Linn County one of eight in nation to receive CDC funding for violence prevention

Published: Oct. 22, 2021 at 6:12 PM CDT
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CEDAR RAPIDS, Iowa (KCRG) - Linn County has been selected to receive $250,000 per year over five years from the Centers for Disease Control and Prevention for violence prevention.

The county was one of just eight jurisdictions in the nation to receive the PREVAYL funding, which stands for Preventing Violence Affecting Young Lives.

According to Cedar Rapids police records, there has been more violent crime in the city so far this year than the past 5-year average.

Reaching young people to prevent violence is exactly the goal of ReSET CR. They have been meeting with those caught up in violence and potential victims, to try and help.

”We want to help you to deal with trauma and conflict that you’ve experienced in ways that don’t hurt other people,” Rachel Rockwell, SET Fund program officer, said.

Dr. Pramod Dwivedi, Linn County Public Health director, said that the county was selected to receive the money because of the foundation it already has in place to address violence.

”With our new grant we are hoping that we can build upon already ongoing work within our community,” Dwivedi said.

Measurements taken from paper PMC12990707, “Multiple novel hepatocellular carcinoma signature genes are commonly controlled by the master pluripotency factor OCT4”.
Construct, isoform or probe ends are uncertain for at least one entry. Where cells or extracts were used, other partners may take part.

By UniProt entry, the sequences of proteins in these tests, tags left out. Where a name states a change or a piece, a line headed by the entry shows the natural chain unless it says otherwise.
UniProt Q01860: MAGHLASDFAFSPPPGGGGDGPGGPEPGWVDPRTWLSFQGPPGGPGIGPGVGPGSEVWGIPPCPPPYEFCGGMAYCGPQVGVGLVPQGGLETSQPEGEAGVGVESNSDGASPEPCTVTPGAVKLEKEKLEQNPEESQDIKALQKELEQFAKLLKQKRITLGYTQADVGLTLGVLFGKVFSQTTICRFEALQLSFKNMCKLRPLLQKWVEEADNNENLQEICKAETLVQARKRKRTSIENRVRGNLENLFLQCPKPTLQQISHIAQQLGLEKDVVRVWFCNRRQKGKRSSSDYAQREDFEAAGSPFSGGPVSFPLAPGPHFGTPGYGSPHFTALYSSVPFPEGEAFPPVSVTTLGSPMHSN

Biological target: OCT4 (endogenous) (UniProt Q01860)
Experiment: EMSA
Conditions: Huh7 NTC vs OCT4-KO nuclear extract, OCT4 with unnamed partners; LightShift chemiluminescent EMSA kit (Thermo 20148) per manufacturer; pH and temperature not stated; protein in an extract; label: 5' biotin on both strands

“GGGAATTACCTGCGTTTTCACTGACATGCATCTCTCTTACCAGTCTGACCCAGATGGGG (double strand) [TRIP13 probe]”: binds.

Officials said that part of that work is shifting the culture.

Earlier this month, six people were shot at a hotel in southwest Cedar Rapids. Police Chief Wayne Jerman told us witnesses, and even victims, of that shooting haven’t been cooperating in the investigation. And last week, someone shot at a rideshare driver’s vehicle on 19th Street Southeast with passengers in the car. Police believe those passengers were the targets of the shooting, the driver told us they ran from the scene.

We asked Rockwell how those advocating for peace in the streets are going about addressing violence where witnesses aren’t helping law enforcement.

”One of the things that needs to happen in our community is to have dialog and have conversations and build community in a way where law enforcement and community members who are most impacted by violence can talk to each other,” Rockwell said.

Leaders hope the new funds will help expand efforts and messaging in a way that has a lasting impact.

”Engaging our stakeholders, community partners, marketing and messaging so that we can sensitize folks in Cedar Rapids, in Linn County, in order to reduce youth violence,” Dwivedi said.

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